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Kondana is a small tribal village in Karjat and home to the historic buddhist caves. The village and caves can be easily explored in a day and it is perfect for beginners looking for a small hike.

Monsoon has arrived in Mumbai. It thundered as we board the train in Dadar at 6:24 am. The dark clouds hovered above and it looked like an overcast day. We were excited to explore a new place. But the weather changed as the train hurried through the fields once it crossed Badlapur. The sky ahead looked very clear with no signs of rain. Only patches of gray clouds moved with the wind.

Autodrivers in Karjat will charge anywhere between Rs 250 to 300 to drop you directly at Kondivade village which is about 12 kms from station. The hike to Kondana caves starts from this village.

If you are on a budget or going solo or with only a friend to accompany, from Karjat station keep walking for 10-15 minutes till you reach Shri Ram Pul (bridge) from where share taxis are available at a minimal charge of Rs 20 per person. 

Rolling java plum (jamun) on our tongue we kept walking towards the bridge. Probably, last time relishing this purple fruit before the rains. The taxi was already full with only 2 seats left (that’s what I thought). But the driver loaded 12 people in this 7 seater which moved through the bumpy roads with the views of hilly terrains emerging from the Karjat plains. Steffe and I have acclimatised ourselves to village transportation. It’s fun and saves money. And if you can start a conversation with a local in it, in no time you will reach the destination forgetting your discomfort.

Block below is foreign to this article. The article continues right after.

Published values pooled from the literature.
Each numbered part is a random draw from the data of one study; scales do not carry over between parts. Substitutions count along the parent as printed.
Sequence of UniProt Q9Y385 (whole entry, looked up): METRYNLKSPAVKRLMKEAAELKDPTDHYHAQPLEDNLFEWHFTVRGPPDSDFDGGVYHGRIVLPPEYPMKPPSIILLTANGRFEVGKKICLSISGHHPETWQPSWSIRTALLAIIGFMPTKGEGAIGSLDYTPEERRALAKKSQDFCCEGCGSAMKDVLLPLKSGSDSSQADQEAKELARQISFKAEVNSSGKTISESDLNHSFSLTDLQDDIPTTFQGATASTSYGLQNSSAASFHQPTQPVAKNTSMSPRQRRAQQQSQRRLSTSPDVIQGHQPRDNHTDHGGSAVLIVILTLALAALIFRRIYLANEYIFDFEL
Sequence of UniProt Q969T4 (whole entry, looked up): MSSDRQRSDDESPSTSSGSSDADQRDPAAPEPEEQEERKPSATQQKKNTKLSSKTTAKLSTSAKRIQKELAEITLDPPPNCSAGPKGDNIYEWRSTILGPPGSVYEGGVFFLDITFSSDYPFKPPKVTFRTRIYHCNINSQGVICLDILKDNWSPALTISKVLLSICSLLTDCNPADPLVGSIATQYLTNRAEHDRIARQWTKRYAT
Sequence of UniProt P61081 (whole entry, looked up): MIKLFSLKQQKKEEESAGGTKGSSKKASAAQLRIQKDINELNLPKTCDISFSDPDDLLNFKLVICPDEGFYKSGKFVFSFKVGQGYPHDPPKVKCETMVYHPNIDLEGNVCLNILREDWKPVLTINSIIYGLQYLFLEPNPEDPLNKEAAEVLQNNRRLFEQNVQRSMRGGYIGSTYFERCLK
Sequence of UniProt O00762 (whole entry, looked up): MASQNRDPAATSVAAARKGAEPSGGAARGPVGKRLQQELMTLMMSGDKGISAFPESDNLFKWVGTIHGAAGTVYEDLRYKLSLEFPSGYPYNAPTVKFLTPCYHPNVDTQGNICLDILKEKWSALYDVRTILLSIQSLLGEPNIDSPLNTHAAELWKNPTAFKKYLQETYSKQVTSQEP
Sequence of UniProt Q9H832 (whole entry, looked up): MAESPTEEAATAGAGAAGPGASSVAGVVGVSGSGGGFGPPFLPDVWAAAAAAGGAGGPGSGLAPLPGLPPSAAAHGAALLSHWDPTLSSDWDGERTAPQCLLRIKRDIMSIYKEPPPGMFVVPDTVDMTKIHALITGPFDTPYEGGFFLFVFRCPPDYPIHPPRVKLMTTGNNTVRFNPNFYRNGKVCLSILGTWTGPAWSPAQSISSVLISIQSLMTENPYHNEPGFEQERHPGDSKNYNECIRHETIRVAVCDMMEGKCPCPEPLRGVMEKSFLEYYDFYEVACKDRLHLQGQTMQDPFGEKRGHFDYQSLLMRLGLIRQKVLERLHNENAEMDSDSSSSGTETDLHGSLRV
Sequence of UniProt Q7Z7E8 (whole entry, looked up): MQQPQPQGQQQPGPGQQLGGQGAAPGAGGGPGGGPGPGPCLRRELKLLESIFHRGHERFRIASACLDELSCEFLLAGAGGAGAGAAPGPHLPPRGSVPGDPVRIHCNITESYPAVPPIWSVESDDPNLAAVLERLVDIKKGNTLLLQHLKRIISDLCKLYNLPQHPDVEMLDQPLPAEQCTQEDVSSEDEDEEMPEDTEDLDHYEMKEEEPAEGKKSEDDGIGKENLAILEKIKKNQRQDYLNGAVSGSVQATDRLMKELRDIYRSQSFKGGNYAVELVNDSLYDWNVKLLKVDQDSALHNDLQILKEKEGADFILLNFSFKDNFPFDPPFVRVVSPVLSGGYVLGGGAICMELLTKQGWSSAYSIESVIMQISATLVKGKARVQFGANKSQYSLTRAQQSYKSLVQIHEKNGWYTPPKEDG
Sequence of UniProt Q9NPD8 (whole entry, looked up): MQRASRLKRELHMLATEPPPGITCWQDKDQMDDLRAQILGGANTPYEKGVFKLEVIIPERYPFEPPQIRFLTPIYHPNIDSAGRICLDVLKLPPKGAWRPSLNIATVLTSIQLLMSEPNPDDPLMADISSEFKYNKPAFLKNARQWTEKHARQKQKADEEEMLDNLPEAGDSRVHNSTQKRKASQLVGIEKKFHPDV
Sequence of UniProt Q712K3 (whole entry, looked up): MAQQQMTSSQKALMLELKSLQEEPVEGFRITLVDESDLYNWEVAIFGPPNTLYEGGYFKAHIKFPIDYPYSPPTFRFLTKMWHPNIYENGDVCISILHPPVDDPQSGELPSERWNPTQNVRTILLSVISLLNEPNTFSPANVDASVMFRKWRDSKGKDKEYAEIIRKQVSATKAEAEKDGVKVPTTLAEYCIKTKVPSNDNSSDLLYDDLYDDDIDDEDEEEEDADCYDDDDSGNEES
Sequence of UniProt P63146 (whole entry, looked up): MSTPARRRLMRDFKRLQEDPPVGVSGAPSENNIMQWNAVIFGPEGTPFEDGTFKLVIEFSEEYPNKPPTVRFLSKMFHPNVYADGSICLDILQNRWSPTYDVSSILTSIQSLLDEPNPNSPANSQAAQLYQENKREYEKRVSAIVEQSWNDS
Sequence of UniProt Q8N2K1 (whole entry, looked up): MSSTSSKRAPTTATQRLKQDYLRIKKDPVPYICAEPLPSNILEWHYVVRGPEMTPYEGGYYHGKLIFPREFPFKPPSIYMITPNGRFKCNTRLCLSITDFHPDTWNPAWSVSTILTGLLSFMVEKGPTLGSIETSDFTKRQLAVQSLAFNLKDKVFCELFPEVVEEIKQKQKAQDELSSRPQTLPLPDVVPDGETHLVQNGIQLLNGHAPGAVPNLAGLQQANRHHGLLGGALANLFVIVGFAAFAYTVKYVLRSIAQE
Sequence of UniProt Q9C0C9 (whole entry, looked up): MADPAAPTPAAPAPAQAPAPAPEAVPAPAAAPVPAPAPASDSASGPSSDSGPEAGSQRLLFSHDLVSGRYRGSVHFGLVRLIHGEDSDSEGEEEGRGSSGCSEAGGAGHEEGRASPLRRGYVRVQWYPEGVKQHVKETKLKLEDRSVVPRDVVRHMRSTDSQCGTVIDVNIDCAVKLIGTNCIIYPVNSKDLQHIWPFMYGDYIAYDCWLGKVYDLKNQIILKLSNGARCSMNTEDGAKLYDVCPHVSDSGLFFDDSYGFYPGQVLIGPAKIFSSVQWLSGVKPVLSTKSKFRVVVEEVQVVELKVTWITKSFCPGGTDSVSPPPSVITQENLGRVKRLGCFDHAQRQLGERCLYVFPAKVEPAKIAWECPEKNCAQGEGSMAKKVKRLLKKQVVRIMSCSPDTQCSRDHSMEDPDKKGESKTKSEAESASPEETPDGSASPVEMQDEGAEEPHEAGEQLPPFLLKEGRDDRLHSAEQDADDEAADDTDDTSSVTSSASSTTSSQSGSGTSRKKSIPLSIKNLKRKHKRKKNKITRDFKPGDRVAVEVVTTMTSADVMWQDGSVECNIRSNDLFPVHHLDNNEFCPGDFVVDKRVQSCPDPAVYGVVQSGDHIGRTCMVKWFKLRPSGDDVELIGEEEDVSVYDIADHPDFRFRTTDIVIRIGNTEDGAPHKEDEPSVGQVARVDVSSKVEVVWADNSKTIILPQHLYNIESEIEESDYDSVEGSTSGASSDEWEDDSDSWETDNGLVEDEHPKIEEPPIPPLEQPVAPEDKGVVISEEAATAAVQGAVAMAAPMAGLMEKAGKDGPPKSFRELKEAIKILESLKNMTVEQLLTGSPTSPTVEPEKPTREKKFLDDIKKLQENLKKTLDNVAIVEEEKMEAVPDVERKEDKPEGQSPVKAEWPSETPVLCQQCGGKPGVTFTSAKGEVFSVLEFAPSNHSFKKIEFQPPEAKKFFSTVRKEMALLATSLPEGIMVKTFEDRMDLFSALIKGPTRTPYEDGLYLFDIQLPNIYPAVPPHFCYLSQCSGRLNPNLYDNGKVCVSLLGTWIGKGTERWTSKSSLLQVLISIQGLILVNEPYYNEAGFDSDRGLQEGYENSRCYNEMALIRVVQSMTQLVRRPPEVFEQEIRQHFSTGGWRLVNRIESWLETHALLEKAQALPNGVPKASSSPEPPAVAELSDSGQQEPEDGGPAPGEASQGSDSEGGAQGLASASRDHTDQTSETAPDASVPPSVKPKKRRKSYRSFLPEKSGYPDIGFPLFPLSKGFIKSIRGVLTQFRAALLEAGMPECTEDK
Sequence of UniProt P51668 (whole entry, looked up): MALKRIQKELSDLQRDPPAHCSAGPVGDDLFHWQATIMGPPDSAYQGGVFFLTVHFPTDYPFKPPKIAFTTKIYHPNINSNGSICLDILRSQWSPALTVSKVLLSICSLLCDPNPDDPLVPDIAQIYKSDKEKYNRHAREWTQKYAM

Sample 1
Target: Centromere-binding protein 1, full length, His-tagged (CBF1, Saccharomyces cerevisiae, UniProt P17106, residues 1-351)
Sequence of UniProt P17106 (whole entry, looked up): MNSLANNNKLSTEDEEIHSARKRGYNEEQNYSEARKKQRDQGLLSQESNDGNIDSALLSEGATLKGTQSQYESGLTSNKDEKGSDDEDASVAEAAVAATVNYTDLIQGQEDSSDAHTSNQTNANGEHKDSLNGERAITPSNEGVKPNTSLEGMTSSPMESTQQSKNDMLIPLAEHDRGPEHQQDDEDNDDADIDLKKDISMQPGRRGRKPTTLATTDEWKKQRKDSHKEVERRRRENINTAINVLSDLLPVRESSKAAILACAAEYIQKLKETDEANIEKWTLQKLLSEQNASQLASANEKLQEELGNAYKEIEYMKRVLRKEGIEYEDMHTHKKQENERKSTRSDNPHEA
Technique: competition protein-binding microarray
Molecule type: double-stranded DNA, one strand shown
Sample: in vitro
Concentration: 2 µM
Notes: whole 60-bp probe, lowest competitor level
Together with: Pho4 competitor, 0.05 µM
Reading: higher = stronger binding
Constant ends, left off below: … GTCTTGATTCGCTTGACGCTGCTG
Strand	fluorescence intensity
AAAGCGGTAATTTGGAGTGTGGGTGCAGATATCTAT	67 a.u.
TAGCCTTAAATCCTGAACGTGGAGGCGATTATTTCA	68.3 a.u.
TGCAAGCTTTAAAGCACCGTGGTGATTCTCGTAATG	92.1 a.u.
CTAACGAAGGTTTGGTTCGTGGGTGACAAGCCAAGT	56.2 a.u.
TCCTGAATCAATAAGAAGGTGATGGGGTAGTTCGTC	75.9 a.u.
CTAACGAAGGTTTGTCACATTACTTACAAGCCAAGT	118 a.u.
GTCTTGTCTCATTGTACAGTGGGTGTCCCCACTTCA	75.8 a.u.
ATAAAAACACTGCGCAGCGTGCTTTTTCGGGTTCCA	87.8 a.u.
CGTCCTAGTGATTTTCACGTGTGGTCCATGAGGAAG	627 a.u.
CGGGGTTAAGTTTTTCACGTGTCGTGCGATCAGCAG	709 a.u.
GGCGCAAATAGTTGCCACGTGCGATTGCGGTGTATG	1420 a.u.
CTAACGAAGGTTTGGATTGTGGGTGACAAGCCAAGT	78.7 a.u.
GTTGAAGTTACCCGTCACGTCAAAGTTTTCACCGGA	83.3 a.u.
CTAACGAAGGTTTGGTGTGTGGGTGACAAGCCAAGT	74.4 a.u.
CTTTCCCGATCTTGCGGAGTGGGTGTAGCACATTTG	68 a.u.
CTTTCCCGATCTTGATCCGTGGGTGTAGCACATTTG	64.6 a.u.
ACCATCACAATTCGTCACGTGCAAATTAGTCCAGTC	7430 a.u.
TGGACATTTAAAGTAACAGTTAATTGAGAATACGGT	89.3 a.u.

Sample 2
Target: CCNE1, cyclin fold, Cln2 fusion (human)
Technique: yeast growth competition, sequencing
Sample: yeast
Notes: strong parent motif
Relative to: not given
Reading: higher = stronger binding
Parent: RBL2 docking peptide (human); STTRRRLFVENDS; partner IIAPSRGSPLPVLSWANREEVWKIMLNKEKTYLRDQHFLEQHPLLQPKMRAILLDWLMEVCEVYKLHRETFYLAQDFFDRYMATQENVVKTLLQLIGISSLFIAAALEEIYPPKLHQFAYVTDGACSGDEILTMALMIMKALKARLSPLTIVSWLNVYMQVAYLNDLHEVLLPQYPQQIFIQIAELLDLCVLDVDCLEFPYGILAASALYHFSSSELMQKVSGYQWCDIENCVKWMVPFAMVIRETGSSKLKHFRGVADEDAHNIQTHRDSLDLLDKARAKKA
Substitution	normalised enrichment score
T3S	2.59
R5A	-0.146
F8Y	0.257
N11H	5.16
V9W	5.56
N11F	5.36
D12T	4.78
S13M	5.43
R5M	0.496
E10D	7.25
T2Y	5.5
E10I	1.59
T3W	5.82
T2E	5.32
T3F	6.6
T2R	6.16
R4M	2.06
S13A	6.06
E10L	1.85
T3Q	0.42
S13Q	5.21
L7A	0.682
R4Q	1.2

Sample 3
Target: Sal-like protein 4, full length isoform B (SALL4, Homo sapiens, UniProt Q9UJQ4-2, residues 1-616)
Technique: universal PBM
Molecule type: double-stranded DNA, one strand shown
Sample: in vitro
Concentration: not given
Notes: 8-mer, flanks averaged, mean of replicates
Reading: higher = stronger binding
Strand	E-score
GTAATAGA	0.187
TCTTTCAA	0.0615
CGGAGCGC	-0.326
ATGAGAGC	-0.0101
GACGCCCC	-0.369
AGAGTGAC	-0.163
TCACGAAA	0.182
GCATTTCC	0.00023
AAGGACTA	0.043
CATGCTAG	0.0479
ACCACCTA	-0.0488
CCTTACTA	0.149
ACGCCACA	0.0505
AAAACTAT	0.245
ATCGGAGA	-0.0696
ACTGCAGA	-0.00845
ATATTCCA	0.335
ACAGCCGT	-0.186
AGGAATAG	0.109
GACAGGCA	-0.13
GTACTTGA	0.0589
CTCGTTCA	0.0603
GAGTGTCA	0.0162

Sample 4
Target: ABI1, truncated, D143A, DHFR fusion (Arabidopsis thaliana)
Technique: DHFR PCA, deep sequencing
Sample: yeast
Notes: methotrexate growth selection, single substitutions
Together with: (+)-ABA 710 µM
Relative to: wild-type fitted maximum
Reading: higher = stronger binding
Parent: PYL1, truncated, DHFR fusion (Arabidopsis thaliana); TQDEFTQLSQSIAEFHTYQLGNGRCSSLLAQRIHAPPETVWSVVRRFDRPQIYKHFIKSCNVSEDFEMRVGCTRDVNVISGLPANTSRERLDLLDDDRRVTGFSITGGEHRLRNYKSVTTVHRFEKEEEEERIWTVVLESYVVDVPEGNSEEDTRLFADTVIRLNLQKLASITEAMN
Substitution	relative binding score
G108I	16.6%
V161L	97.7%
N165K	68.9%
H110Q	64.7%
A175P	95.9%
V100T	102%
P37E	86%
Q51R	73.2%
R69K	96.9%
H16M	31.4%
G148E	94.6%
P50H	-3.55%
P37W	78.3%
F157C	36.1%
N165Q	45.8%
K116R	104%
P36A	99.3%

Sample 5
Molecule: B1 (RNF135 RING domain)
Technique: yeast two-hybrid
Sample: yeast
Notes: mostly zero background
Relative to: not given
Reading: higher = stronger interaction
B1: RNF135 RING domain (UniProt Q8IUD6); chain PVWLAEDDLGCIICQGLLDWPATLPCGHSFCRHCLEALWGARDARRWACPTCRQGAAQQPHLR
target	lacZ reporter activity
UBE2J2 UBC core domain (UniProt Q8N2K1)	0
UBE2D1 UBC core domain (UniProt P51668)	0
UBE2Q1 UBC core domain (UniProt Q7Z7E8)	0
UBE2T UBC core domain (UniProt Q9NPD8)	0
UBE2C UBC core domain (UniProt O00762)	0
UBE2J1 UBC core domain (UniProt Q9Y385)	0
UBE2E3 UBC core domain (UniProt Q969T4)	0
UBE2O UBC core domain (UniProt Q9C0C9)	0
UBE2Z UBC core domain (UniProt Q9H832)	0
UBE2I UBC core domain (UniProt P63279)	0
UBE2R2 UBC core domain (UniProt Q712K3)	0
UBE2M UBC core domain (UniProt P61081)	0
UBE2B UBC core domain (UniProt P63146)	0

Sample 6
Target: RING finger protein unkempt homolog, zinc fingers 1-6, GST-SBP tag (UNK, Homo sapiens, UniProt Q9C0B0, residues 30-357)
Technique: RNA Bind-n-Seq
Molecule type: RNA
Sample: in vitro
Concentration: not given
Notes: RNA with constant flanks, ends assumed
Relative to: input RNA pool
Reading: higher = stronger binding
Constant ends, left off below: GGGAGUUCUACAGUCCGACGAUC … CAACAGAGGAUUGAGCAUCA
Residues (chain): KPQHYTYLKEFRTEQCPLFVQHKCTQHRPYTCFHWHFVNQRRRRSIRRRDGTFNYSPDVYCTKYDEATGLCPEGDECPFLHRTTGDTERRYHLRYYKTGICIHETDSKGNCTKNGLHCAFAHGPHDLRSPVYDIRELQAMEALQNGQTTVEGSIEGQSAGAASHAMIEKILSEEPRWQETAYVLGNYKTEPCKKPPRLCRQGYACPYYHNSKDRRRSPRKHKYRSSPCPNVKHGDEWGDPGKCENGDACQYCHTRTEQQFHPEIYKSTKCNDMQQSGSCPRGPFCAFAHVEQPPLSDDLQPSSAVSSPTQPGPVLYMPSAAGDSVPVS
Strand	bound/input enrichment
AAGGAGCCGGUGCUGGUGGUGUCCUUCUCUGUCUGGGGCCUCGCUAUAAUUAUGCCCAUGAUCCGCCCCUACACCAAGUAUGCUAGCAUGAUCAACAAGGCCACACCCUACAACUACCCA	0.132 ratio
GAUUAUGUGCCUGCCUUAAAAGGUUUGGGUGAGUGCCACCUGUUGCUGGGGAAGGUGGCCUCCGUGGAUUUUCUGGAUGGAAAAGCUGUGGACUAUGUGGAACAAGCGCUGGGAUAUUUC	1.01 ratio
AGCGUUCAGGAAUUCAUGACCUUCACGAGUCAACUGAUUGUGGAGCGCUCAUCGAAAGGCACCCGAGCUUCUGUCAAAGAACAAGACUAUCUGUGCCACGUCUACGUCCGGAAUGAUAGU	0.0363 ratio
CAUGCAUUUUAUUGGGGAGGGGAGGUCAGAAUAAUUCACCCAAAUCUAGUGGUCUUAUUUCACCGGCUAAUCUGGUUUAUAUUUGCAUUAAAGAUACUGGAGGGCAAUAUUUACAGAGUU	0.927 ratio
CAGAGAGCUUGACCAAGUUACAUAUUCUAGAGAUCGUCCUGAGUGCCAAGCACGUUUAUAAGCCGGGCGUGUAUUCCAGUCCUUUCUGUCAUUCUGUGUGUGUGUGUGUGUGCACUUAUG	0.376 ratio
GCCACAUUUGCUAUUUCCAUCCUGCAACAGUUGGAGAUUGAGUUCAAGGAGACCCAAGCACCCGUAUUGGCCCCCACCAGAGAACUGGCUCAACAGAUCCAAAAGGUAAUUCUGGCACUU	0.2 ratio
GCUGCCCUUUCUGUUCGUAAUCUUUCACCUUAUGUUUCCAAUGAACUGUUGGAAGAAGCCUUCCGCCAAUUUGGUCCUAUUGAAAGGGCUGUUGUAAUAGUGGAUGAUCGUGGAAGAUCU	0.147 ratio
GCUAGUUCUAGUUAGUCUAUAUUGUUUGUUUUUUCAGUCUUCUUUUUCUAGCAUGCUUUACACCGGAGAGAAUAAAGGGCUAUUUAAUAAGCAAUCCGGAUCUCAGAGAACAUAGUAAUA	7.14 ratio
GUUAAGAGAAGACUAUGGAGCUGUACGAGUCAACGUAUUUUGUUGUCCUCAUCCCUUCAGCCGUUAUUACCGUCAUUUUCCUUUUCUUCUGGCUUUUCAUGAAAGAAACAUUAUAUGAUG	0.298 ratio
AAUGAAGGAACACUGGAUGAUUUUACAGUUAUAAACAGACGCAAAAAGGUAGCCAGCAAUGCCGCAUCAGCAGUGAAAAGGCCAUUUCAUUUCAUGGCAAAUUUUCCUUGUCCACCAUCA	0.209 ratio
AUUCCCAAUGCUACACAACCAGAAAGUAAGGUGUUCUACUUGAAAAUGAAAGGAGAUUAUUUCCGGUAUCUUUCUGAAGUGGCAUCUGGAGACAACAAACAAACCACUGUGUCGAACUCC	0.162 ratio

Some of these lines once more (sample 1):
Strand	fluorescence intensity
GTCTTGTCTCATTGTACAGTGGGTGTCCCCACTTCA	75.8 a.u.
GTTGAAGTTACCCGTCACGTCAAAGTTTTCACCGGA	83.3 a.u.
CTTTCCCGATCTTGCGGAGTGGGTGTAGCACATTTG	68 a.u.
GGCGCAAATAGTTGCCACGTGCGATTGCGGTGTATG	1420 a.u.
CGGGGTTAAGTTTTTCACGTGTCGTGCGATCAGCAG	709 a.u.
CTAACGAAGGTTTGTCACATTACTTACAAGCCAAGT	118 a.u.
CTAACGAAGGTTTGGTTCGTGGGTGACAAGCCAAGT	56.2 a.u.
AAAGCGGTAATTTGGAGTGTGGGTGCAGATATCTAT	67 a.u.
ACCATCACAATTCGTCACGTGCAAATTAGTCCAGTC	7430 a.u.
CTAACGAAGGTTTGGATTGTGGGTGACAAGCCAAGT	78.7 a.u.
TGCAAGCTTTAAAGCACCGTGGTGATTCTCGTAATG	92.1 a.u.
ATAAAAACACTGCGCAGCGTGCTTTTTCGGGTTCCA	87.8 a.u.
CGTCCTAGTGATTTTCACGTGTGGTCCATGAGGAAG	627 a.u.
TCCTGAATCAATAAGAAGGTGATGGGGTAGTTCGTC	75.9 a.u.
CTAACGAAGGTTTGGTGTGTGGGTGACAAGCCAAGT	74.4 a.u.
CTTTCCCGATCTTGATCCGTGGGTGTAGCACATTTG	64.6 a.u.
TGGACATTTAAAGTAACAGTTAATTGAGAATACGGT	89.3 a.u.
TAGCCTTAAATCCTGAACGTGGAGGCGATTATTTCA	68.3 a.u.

The joy of simply sitting on a tractor brings happiness even if it’s not yours
A cow relishing on jamuns
Ulhas river

The highlight of this walk is the Ulhas river which flows besides the village. The Ulhas river is an important resource for farming in the rural areas of Karjat. However, not everything is good. Growing human and industrial activity are releasing untreated sewage into it. The bank of the river was visibly polluted with plastics and household waste.

Nevertheless, you will find some place along its bank, where you can spend some peaceful time watching the Little Cormorant bird diving into the river to feed and then come up perching with their wings spread out in the sun to dry their feathers.

A roaring train slithering from the tunnel across a distant hill can be seen as you keep walking on this road beside the river.

As you walk alongside the jamun and gulmohar trees, you will come across a couple of farm houses – Patil Wadi & Sayali Farms providing homestays. If you are looking for a comfortable stay, you can probably check in here.

Kondana village is just a few minutes from here. A typical tribal hamlet where houses are made with wood, mud and plaster of cow dung. The people here belong to the Dhangar tribe and also rear goats for meat. The village has open grazing space with plenty of fodder available. Villagers here still follow the old tradition of storing wood for the rainy season. It is very common in remote villages where men and women are busy collecting firewood. Their simple life is so full of contentment.

Houses in Kondana village
Rural scenes
The little kid was bleating for her mother which was nowhere to be seen.

While Steffe immersed herself fondling the chicks and cuddling the goat, I joined a group of village kids playing cricket with bat made from a bamboo. I wasn’t able to hit a single ball cleanly. One delivery took an inside edge and ball raced towards leg side which I only had to run all the way to get it. And that brought a smile on all our faces. How patiently they tolerated my small innings. So much innocence radiated from their being which we have somewhere lost in the mundane city life.